27 June 2002
Amazingly I have managed to get myself a job although on a trial basis. It was my first attempt at trying and I was not expecting anything from it, I was more testing the waters and was ready for having to go for a few job interviews.
The job was for a welder/fabricatorwhich I had been doing for British Gas at the engineering and research station at Spadeadam. Spadeadam was home to Britains 'Blue Streak' rocket testing facility and you can still see part of the rocket at the entrance to the site. You can only get so far as most of the base is now run by the RAF as a radar and weapons range.
I went for the interview at a firm called ECM Ltd which transport cars around the country. They have 250 wagons at the minute. When the interview finished they said they would be back in contact with me but I never heard anymore from then till my wife took a call saying they wanted to see me again. I went back up to see the workshop manager and after a tour of the place and explaining what they did, he asked me when I wanted to start. Shock, horror and I was not expecting it, I had been a bit laid back about the whole thing as I was not too sure if this was what I was wanting to do.
I took the job (the first day was like going to a new school!) and even though it is a good job and well paid, I don't feel at 'home'. It might just take getting used to. At the pit you had new experiences every day, new obstacles to overcome, you moved around a lot more and you had good 'crac' and a laugh (at times). I will just have to wait and see what happens.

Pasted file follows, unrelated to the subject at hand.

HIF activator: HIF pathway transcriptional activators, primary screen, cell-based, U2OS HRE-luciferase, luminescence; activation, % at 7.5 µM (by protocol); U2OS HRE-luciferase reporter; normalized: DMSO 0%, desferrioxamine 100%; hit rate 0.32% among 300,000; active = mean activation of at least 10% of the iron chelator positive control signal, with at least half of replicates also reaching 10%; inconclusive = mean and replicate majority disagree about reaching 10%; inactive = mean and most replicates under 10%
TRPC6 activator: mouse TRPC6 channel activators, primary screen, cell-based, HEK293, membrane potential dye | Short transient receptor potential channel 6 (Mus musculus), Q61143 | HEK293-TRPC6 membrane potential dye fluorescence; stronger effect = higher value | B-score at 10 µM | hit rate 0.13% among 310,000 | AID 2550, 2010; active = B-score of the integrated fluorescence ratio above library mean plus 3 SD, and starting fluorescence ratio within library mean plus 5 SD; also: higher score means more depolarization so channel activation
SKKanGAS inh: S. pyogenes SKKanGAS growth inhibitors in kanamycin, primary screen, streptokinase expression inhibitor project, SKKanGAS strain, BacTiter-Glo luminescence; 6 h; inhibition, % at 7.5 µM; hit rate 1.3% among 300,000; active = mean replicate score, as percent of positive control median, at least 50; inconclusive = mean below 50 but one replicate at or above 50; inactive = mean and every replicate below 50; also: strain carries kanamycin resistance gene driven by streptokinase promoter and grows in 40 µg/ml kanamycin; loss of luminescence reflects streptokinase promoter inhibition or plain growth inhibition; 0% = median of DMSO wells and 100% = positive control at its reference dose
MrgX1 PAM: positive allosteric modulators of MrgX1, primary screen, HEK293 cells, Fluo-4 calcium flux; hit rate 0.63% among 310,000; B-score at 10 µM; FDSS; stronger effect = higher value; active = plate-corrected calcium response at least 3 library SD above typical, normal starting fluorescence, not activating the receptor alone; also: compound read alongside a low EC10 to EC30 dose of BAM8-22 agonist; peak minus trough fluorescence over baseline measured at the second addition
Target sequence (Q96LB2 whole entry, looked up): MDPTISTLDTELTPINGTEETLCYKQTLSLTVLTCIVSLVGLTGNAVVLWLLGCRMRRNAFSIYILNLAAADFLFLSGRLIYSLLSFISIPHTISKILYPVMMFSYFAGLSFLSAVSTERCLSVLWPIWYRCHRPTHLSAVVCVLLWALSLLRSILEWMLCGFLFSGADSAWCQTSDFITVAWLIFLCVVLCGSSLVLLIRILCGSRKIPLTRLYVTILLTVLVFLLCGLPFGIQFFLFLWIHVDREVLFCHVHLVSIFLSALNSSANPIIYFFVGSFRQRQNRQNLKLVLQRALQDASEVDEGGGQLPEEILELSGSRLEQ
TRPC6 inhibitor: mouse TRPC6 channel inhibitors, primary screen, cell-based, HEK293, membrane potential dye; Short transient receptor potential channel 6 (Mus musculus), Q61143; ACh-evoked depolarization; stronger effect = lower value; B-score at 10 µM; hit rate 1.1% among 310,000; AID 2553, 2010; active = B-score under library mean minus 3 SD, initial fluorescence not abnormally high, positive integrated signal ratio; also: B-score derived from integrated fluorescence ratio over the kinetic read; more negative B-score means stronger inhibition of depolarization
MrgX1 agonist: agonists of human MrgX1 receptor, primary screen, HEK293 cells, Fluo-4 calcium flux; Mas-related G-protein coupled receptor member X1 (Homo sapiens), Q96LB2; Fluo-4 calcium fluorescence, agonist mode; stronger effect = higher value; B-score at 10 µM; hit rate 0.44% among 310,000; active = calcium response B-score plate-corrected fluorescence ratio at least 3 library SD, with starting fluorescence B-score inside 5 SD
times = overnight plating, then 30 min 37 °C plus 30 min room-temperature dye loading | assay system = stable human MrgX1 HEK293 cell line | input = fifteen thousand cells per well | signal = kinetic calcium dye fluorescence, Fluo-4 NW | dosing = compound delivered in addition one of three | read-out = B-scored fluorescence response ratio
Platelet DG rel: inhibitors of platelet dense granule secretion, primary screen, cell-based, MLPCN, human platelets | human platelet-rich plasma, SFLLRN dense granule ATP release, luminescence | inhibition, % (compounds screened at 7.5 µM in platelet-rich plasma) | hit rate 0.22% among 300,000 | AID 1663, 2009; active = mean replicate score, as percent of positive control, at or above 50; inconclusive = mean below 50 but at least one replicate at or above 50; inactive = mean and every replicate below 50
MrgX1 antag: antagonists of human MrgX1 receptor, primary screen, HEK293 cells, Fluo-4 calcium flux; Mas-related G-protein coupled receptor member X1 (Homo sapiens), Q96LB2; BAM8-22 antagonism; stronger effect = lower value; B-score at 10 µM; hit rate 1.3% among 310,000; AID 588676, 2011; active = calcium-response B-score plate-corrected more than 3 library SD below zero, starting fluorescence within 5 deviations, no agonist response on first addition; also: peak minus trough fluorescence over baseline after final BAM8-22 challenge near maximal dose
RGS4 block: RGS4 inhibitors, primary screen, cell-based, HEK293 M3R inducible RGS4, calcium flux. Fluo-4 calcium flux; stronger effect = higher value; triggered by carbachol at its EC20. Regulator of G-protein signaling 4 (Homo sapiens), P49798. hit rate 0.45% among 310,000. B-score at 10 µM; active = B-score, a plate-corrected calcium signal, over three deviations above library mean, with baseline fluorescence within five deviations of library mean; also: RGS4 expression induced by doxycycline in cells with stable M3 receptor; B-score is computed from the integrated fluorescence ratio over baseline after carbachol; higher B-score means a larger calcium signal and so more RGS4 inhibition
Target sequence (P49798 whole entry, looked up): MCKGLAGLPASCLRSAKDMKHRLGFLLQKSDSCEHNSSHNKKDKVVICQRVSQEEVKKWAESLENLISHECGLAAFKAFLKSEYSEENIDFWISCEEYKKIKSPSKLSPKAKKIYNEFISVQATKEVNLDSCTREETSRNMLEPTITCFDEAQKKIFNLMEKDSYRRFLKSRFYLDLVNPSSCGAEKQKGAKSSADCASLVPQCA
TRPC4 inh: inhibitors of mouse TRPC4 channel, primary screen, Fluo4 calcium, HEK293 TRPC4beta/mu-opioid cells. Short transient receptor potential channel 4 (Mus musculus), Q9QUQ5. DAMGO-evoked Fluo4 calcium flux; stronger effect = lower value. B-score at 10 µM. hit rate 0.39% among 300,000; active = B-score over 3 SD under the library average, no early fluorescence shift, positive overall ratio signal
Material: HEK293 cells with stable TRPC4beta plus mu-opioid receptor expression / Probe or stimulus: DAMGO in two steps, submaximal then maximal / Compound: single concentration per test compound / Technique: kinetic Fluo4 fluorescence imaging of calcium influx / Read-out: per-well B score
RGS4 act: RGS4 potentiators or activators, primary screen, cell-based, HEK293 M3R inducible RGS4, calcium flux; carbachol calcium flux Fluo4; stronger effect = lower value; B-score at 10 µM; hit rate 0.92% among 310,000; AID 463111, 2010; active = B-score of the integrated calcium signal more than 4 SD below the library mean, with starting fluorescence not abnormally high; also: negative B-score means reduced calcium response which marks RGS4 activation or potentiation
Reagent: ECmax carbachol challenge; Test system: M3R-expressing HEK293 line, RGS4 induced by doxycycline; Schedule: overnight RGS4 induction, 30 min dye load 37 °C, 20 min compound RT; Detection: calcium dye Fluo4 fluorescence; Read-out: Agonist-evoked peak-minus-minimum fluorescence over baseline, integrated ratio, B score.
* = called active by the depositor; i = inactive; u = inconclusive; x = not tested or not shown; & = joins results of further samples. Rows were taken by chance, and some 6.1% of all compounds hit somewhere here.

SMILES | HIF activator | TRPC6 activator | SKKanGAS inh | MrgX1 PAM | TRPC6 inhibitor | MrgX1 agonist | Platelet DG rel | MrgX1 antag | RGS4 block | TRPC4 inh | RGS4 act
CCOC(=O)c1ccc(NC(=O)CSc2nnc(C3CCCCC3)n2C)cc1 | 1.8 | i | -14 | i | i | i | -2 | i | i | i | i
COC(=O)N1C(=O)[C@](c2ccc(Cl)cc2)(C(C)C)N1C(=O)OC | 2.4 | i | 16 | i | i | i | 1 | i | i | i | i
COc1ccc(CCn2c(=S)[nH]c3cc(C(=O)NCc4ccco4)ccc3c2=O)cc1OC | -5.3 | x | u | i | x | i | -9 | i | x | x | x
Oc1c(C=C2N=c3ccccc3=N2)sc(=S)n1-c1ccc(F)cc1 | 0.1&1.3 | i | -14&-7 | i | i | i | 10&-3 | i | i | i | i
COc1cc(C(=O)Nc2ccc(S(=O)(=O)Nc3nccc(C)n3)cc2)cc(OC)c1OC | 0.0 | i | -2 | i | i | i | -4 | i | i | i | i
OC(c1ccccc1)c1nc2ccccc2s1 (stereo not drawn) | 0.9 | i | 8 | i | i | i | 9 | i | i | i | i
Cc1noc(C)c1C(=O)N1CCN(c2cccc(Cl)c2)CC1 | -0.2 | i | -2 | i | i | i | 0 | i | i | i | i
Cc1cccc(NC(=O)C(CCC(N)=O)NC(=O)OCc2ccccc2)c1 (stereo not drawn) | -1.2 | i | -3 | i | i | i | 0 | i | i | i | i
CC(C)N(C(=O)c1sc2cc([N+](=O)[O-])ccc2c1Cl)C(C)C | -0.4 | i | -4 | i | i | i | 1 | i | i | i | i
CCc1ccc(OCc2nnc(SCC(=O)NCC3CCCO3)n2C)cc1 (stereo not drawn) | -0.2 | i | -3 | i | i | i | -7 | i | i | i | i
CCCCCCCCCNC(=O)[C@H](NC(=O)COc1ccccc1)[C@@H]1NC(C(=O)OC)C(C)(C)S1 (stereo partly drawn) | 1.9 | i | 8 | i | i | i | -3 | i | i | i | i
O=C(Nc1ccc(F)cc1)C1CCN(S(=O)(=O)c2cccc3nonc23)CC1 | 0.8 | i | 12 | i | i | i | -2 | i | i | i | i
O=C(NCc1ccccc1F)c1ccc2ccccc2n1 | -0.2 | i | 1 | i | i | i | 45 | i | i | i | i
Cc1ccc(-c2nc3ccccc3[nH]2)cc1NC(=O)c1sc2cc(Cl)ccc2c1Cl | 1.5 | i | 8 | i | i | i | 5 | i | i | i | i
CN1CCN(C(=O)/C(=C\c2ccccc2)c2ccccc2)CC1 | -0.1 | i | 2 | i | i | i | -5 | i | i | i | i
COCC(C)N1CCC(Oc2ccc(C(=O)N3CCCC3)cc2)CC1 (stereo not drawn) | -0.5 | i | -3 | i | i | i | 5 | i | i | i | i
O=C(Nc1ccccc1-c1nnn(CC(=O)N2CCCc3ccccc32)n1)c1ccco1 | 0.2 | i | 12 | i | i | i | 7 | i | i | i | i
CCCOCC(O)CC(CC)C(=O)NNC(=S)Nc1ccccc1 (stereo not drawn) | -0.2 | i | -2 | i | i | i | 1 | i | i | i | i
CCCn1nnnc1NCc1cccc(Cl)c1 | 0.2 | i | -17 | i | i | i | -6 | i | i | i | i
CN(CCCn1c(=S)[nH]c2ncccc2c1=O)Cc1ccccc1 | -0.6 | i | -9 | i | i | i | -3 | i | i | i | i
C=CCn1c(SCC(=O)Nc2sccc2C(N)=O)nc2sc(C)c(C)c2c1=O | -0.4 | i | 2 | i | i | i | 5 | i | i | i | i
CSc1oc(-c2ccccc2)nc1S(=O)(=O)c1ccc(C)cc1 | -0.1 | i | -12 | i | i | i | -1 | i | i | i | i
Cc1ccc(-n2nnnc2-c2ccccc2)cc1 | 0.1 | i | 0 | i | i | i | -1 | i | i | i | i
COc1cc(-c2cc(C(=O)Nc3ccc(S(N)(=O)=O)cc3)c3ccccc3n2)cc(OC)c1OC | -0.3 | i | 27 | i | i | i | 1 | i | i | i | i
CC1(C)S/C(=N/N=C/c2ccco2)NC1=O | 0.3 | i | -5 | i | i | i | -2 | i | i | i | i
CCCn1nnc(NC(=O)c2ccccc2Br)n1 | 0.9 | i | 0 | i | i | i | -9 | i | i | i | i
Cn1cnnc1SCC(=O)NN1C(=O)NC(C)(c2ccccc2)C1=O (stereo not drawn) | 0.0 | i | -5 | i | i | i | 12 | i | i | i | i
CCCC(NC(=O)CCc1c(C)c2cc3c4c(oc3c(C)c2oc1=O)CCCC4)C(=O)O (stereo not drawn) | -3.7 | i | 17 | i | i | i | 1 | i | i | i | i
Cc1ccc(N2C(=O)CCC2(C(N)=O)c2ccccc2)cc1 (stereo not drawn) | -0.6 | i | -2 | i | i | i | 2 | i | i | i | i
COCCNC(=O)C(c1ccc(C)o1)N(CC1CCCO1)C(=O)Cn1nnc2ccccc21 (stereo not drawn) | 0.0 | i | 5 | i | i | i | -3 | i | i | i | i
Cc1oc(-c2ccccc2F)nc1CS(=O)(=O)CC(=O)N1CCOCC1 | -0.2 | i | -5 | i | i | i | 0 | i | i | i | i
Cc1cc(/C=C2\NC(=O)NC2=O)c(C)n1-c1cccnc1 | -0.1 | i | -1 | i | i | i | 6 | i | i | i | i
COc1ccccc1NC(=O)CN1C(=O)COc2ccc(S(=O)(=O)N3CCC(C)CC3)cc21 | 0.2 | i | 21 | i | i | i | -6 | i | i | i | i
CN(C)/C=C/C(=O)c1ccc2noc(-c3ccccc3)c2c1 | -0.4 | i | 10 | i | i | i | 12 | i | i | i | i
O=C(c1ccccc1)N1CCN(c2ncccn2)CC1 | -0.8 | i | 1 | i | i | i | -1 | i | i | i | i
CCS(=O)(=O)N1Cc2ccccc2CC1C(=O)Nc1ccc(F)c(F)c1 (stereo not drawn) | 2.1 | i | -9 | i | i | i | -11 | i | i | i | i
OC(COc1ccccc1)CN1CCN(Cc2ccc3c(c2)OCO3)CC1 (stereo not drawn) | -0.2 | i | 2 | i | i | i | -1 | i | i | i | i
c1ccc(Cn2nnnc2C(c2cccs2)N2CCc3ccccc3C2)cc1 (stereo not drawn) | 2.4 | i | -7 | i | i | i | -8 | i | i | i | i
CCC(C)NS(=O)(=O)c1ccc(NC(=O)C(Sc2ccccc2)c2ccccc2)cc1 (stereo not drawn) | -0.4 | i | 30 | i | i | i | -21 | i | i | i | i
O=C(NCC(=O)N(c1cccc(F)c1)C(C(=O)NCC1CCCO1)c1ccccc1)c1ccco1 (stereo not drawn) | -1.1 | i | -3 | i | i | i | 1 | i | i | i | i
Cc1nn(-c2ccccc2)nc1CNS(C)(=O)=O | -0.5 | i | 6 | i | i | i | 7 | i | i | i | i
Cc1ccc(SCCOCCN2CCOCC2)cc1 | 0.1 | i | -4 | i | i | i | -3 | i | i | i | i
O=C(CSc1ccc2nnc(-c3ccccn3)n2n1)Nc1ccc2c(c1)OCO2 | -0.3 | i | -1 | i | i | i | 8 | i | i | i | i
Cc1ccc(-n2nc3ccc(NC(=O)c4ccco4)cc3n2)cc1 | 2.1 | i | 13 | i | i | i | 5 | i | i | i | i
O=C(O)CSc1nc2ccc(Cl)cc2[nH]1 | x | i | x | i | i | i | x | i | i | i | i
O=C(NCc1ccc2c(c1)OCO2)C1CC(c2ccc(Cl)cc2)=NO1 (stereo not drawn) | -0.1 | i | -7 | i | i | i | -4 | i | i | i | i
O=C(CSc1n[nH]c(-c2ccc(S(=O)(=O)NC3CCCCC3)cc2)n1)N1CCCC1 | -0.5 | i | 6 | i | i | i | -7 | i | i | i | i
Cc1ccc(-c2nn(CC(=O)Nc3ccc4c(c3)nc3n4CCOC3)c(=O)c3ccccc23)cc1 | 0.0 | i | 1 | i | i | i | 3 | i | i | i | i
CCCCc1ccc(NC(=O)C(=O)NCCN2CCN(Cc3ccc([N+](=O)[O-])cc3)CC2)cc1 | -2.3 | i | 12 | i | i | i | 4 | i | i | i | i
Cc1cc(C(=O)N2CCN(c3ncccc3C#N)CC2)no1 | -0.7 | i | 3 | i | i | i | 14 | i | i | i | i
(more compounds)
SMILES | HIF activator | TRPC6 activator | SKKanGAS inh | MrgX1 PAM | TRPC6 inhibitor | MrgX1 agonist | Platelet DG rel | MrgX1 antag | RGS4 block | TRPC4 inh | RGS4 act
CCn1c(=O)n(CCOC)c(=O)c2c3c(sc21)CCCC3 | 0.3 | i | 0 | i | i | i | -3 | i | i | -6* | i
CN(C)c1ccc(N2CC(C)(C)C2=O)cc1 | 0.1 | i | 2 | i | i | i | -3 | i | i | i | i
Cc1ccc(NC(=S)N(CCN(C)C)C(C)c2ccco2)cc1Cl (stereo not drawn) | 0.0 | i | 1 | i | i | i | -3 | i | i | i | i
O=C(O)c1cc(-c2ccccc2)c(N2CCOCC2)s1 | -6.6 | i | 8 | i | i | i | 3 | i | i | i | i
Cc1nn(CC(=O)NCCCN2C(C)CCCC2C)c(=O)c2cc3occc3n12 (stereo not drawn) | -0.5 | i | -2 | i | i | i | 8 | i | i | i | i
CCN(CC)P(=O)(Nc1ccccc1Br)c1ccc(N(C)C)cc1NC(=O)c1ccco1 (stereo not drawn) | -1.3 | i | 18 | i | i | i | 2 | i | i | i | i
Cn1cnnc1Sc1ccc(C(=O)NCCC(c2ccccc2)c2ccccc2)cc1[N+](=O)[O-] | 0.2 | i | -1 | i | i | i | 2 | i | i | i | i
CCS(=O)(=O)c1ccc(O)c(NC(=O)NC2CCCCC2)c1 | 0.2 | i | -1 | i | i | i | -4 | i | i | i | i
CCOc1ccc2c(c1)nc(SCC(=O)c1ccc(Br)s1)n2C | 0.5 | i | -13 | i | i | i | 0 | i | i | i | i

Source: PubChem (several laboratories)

I was thinking more along the lines of a job connected with the mines rescue. I took a confined space course at the rescue station at Houghton to aid me before I got the job at ECM.
The managing director, David Wardle, was pleased for me and asked if I could still work weekends monitoring the shaft pumps and do the roadway dust samples so I am still in touch with what is going on at the place.
An excavator has been at work at Wrytree leveling the yard.
At the castle work has begun to scrap much of the machinery that is laying around. One of the scrap wagons even talking one of the powered roof supports !
Coal production has been very good with an average 12 shears a day. As far as I know they have 5 weeks left and on August 2nd production will cease even if the face is not won out. Something about costing too much to renew the
lease. I will try to keep you up to date with what is going on till the end.
24 July 2002
Not much going on at the mine.
As you can see from the photos of Wrytree the gravel that will eventually fill the drift has arrived.
Two walls will be built not far from the drift bottom. Wrytree drift is not very long about 100 meters.
When it was first driven money was tight and after going in at a steady gradient the then owner George Wardle nearly gave up. They decided to go at a steeper angle and after a week hit the coal. . . luckily!!
It is low here about 4' 6" and a bad walk with it being so steep. In between the two walls concrete will be pumped ensuring a solid wall with the concrete filling any cavitys.
After this the gravel will be blown down till it comes to the top and then it will all be levelled off and Wrytree will be no more.
The face has been going well with 12-13 shears a day. Not long now till it is finished, August 2nd.